Jackson goes on to explain that, after calling his agent and explaining how and where he discovered his likeness in a comic book, “She said, ‘Let me call somebody,’” the actor shared. “So she calls Marvel and they say, ‘Well, we are thinking about making these movies and, hopefully, if we make them, he would play Nick Fury.’ I’m like, ‘For real?’”
When the news of Jackson being cast was revealed to the public, the internet went into a frenzy. However, after more than 10 years of playing the character, Nick Fury has become indelibly associated with Mr. Jackson.
Eartha Kitt and Samuel L. Jackson are just two examples of how racebending a character with the right actor can deliver amazing results for a television show or feature film.
These two performances were met with the type of acclaim and mainstream success that is indicative of blockbuster hits. Not because they look different from the original presentations of the characters they portrayed, but because they were the right actors to embody the characters transition from 2D comics to television and film.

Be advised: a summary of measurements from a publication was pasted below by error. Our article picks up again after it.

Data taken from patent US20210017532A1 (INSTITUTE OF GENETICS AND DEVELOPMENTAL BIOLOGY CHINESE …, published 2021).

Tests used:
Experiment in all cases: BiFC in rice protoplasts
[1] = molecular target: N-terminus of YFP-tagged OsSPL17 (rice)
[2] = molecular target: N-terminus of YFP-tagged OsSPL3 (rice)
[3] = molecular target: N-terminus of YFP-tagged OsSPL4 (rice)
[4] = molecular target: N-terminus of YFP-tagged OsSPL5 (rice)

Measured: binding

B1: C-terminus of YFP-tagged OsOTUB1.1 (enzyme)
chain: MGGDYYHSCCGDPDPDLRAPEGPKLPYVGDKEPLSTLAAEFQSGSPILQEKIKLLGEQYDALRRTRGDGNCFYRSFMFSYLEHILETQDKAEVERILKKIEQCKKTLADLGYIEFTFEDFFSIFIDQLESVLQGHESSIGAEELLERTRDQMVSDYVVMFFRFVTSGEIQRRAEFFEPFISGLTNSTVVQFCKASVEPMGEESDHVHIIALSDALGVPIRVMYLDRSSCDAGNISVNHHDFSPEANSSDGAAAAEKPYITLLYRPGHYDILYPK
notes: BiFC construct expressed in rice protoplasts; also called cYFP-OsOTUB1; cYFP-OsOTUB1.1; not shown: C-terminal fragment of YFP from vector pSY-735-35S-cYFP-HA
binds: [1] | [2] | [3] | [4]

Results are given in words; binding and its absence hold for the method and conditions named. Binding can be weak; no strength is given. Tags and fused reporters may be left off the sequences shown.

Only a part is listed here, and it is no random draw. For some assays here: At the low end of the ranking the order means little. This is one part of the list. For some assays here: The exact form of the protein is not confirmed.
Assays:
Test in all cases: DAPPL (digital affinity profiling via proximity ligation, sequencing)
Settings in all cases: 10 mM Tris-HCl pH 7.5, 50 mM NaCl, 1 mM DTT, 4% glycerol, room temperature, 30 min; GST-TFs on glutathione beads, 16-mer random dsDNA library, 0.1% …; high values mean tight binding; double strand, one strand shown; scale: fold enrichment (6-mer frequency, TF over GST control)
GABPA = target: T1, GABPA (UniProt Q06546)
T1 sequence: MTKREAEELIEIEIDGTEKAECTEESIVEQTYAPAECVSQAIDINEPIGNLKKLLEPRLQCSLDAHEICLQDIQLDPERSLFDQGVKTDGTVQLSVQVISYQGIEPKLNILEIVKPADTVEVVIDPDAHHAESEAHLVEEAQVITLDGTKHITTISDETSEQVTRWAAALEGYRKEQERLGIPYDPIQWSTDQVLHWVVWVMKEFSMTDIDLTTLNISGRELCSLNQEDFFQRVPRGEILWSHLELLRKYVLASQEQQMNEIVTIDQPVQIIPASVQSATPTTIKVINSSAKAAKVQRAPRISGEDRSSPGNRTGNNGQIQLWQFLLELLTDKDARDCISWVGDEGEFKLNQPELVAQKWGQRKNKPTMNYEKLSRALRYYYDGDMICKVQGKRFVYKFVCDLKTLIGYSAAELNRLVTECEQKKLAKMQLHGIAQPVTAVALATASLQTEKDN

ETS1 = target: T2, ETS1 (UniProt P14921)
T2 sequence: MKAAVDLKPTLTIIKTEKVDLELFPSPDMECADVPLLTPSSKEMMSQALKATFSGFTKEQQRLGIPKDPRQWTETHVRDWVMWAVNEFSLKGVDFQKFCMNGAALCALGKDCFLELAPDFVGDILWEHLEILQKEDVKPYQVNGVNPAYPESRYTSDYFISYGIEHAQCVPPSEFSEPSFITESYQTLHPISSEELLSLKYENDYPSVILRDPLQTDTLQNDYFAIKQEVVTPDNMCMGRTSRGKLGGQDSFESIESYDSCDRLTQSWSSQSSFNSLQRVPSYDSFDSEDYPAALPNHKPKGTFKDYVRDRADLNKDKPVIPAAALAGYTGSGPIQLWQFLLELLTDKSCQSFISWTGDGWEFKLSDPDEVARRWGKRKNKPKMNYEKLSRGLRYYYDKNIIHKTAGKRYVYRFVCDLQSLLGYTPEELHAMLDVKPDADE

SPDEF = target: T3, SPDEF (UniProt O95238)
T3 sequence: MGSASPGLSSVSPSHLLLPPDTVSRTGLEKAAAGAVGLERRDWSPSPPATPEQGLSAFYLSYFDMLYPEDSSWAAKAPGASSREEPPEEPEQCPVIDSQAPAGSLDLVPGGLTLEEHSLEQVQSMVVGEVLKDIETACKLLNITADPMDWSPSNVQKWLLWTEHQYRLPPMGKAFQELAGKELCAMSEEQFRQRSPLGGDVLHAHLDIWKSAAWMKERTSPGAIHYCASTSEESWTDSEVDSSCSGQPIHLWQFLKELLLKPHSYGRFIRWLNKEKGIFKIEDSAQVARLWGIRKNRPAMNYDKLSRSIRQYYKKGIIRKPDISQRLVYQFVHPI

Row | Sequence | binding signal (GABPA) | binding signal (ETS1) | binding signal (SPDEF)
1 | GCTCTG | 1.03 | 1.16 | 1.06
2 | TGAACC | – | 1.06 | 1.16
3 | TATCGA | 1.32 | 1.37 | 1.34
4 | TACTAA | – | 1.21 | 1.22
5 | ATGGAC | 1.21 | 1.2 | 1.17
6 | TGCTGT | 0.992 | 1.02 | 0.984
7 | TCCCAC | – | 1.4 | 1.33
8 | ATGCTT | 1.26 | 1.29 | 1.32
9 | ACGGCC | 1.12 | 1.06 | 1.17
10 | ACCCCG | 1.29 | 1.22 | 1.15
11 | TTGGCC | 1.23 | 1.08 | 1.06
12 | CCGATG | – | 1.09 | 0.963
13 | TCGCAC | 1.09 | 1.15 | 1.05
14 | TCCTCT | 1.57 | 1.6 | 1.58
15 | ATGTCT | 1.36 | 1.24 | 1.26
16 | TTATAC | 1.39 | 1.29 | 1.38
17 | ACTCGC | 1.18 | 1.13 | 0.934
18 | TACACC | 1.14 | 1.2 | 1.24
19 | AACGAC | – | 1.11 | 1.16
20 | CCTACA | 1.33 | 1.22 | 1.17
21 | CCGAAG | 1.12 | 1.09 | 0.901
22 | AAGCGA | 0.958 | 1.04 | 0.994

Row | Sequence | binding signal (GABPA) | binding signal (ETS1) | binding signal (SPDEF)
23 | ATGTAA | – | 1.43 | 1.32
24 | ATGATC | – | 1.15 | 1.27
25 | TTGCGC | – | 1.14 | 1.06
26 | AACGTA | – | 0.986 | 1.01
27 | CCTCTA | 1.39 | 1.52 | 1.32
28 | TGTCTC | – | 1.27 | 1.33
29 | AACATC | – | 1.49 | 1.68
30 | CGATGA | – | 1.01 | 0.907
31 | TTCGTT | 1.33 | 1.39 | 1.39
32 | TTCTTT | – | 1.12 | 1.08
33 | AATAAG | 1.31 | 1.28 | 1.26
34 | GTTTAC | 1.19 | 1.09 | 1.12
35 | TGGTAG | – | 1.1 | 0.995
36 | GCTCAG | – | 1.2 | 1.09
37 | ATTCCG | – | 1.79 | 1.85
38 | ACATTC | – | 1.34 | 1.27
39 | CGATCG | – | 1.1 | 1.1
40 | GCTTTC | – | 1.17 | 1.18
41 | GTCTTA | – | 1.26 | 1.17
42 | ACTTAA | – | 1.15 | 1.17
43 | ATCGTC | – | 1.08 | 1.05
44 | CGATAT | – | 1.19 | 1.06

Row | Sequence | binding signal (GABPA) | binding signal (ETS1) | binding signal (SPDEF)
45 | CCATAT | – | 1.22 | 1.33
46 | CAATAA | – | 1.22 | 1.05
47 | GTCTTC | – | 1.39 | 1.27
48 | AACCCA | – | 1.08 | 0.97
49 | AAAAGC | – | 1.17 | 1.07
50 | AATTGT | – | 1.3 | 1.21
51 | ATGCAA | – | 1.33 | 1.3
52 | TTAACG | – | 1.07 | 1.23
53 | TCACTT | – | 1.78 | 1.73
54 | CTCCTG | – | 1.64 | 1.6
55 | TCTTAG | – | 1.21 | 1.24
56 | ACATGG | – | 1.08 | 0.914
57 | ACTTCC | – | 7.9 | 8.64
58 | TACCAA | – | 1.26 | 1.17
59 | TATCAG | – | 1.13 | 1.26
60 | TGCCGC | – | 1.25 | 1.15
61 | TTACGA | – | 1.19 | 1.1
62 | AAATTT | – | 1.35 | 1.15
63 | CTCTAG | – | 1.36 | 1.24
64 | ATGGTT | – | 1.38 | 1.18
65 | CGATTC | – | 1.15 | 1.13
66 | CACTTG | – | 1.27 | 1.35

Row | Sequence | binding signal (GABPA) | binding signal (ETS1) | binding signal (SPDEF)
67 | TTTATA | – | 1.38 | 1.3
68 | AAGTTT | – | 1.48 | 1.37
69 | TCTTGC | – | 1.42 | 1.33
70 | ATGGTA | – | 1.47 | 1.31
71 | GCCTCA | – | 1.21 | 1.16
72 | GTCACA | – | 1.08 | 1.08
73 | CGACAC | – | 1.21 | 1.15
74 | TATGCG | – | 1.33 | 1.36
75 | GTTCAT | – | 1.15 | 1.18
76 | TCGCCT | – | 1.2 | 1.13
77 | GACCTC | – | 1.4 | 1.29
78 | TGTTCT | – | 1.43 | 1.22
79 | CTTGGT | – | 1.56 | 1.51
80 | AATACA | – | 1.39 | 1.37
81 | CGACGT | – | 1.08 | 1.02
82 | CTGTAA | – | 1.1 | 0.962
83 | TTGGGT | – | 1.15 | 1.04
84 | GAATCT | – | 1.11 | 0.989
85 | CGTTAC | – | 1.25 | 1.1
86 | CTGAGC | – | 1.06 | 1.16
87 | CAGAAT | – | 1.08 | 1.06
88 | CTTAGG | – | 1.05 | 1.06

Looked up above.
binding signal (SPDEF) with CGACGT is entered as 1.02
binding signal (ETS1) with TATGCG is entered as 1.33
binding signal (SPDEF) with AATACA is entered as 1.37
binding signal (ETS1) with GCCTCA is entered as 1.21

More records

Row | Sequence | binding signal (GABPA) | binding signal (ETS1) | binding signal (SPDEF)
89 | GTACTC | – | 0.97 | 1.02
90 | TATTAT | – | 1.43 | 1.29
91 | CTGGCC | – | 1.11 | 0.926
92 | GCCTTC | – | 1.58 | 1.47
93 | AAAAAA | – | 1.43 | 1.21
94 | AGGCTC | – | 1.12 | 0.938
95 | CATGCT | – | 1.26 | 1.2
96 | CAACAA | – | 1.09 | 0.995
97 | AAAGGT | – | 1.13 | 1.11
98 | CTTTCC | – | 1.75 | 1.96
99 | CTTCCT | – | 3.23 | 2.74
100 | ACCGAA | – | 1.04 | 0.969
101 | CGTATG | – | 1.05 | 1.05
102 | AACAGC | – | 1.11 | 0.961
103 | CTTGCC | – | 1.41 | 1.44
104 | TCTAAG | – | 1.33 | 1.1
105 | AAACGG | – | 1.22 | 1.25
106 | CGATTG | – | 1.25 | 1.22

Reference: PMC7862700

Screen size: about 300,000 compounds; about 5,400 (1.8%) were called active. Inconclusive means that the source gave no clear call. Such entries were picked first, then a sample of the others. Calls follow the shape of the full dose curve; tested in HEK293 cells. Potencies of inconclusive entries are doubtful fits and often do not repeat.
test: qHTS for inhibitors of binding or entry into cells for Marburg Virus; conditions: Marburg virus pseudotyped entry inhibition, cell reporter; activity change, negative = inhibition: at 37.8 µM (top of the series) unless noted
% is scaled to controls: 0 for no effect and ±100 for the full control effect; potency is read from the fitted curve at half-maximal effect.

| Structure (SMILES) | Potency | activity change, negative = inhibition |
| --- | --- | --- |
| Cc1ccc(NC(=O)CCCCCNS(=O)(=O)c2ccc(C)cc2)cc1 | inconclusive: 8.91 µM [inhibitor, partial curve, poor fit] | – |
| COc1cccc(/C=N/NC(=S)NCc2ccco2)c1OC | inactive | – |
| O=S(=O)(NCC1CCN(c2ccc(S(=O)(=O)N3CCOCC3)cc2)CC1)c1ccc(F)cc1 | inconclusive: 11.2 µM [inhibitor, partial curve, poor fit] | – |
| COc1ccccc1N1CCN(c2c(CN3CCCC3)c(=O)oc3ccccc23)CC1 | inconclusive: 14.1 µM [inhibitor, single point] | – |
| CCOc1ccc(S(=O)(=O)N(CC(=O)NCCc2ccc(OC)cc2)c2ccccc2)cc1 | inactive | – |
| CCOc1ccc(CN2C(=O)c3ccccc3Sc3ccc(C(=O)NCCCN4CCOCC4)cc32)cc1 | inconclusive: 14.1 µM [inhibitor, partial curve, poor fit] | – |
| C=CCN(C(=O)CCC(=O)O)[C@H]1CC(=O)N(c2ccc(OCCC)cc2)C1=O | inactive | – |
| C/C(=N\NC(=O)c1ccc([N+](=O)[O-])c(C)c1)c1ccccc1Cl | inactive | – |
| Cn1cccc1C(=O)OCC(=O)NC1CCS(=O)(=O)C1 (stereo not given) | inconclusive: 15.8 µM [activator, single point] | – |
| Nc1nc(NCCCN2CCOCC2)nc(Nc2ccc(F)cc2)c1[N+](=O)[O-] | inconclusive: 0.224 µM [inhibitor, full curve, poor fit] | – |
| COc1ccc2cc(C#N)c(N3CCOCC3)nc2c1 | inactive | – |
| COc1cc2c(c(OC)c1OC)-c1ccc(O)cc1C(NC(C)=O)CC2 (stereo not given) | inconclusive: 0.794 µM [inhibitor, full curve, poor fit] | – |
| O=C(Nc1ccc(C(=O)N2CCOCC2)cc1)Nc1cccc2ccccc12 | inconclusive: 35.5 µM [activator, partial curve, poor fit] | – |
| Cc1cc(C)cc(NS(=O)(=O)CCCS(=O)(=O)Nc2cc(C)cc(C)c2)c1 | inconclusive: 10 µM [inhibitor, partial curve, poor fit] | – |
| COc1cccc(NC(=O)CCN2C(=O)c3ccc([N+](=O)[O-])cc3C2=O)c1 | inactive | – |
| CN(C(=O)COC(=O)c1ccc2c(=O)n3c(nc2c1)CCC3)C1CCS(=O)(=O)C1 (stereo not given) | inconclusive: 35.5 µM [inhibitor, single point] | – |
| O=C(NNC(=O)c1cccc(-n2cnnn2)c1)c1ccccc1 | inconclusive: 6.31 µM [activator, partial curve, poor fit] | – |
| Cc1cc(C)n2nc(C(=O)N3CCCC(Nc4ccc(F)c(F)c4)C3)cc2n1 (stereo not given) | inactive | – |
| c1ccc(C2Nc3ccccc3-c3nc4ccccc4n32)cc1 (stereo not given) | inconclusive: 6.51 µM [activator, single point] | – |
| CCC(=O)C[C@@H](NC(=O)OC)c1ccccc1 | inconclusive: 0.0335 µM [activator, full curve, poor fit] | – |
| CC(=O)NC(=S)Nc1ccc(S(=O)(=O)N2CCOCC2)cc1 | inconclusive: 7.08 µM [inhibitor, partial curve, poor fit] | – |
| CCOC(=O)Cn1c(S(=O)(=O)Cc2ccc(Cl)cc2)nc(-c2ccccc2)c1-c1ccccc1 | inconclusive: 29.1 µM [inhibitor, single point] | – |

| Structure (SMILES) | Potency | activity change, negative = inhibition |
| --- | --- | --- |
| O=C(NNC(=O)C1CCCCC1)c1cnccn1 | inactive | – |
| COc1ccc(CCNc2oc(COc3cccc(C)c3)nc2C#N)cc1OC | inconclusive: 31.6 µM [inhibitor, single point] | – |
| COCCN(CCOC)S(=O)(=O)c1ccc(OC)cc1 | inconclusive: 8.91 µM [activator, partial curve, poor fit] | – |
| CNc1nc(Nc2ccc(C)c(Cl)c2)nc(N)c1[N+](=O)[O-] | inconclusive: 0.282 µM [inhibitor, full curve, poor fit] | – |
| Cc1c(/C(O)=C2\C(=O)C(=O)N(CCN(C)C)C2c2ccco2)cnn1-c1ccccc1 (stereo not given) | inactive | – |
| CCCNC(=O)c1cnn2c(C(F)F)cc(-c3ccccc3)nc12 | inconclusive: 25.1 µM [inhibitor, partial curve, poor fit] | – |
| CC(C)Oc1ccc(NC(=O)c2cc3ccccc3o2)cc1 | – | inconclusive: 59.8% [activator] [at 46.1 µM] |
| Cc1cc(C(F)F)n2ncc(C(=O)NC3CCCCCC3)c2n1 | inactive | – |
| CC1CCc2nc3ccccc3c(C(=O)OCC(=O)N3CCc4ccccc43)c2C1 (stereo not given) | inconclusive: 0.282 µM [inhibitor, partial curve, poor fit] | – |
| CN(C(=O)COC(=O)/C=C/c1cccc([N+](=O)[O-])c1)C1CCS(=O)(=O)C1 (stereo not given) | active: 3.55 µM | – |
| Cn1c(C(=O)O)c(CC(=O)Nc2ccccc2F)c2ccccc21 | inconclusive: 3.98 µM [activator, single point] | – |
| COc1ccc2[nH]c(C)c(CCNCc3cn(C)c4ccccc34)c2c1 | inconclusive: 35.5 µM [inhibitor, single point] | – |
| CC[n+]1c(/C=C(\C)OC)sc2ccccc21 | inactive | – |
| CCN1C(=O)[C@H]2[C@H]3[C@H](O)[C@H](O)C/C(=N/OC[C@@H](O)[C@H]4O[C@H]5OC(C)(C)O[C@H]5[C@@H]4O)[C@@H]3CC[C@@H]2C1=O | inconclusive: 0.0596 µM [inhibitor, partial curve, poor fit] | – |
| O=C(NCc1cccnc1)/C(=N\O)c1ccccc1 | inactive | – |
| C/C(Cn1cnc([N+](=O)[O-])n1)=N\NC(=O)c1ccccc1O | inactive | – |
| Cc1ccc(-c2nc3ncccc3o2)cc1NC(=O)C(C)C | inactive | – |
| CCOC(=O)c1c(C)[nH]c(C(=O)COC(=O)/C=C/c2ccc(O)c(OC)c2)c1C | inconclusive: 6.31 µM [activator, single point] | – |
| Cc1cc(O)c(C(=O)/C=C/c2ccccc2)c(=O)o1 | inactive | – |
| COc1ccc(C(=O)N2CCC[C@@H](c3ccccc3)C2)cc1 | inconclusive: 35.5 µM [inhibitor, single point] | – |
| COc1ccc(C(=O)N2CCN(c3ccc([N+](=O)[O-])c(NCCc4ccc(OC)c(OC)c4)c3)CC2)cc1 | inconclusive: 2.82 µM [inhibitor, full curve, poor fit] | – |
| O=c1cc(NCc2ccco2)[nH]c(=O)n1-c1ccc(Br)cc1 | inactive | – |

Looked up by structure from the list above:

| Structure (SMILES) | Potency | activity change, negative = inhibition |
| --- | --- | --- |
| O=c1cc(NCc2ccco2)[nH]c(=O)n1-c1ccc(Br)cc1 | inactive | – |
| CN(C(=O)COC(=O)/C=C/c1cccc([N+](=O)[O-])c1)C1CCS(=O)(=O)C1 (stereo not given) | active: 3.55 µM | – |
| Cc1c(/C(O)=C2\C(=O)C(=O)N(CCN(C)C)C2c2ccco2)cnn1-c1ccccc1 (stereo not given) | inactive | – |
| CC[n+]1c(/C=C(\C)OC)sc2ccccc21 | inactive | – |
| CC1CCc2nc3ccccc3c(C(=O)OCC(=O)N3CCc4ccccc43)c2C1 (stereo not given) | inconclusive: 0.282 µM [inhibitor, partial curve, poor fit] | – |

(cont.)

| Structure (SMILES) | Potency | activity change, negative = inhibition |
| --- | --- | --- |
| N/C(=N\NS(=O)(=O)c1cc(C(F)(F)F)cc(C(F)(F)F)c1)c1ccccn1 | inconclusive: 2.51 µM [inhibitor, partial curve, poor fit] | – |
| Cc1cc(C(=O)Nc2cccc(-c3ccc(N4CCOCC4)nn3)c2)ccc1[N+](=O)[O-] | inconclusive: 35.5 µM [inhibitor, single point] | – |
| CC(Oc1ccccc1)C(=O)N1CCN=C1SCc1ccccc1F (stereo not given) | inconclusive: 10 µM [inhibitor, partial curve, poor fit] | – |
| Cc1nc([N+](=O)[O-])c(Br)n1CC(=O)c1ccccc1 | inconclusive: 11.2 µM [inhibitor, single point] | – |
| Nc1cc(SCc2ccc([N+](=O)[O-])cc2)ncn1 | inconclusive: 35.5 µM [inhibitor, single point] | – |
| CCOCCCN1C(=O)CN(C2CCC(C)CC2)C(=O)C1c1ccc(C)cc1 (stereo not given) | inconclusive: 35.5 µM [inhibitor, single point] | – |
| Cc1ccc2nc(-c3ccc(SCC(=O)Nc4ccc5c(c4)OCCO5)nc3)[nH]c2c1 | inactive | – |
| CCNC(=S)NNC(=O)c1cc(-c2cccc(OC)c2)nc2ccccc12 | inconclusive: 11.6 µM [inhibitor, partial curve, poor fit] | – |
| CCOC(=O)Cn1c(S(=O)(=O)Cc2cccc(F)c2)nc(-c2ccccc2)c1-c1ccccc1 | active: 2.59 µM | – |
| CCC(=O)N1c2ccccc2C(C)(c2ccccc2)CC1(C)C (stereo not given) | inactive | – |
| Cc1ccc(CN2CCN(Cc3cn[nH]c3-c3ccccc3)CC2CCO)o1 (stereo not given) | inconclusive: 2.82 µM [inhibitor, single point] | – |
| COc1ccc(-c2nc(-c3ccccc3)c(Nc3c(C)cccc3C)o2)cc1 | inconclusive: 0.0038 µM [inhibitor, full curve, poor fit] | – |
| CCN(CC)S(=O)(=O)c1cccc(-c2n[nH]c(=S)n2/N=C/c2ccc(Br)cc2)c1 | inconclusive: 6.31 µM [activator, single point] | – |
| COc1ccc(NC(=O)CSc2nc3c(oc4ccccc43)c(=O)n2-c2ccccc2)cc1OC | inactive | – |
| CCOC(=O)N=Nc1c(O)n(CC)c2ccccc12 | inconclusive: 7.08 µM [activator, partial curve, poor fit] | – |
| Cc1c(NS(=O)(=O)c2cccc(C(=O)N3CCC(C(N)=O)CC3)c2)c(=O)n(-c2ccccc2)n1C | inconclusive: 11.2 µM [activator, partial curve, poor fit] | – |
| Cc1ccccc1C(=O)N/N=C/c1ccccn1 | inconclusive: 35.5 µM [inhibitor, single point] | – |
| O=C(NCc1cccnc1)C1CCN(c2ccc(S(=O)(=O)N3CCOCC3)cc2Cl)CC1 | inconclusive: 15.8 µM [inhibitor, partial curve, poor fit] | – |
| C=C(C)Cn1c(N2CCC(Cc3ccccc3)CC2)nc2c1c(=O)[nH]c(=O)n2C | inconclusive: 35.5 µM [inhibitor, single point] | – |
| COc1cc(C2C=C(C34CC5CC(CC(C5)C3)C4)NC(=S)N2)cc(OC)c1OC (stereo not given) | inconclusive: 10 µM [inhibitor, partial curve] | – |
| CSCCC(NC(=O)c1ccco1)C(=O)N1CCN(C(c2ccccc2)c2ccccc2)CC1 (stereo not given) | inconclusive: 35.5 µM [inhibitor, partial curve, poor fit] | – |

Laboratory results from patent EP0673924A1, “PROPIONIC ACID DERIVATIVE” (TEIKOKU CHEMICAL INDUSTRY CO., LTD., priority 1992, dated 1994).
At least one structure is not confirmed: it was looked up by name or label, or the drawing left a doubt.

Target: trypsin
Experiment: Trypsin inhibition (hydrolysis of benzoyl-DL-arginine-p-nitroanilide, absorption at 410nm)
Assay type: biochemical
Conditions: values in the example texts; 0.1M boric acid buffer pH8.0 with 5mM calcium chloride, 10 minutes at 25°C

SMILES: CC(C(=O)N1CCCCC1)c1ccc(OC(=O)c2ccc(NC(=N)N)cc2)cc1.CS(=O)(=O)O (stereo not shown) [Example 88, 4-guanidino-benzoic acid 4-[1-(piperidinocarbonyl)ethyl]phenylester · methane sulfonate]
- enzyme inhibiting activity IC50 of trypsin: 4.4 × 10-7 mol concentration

However, Kitt and Jackson’s success hasn’t changed the underlying controversy and question: Why not just create new diverse characters?
While purists may always have issues with new interpretations of legendary characters, there’s often a business reason driving the decision to change an existing character instead of developing new characters with a focus on diversity.
At a time when comic book properties are seemingly optioned for television, film and theater projects on a weekly basis, the reason that producers and others don’t just go and make new characters is a matter of economics: Financing these projects is expensive, and to ensure adequate return on investment, the most popular characters with highest consumer awareness are usually chosen as the centerpiece of the show or film franchise.
Some existing characters are so popular that it’s almost be impossible to develop a new character with any reasonable hope of achieving a similarly high level of popularity without significant investment.
Investing to make a completely new character popular enough to be a box office draw, just to cast an actor of color in a role, when there is an existing character that is perfect for the story, makes no sense. Especially since, in many cases, the goal is to find the best actor for the role and, frequently, an actor of color is cast that perfectly embodies role.
Of course, there are times when a racebending isn’t only controversial, it’s also wrong. I am talking about in cases of White Washing, where instead of replacing a white character with a minority actor, a minority character is played by a white actor.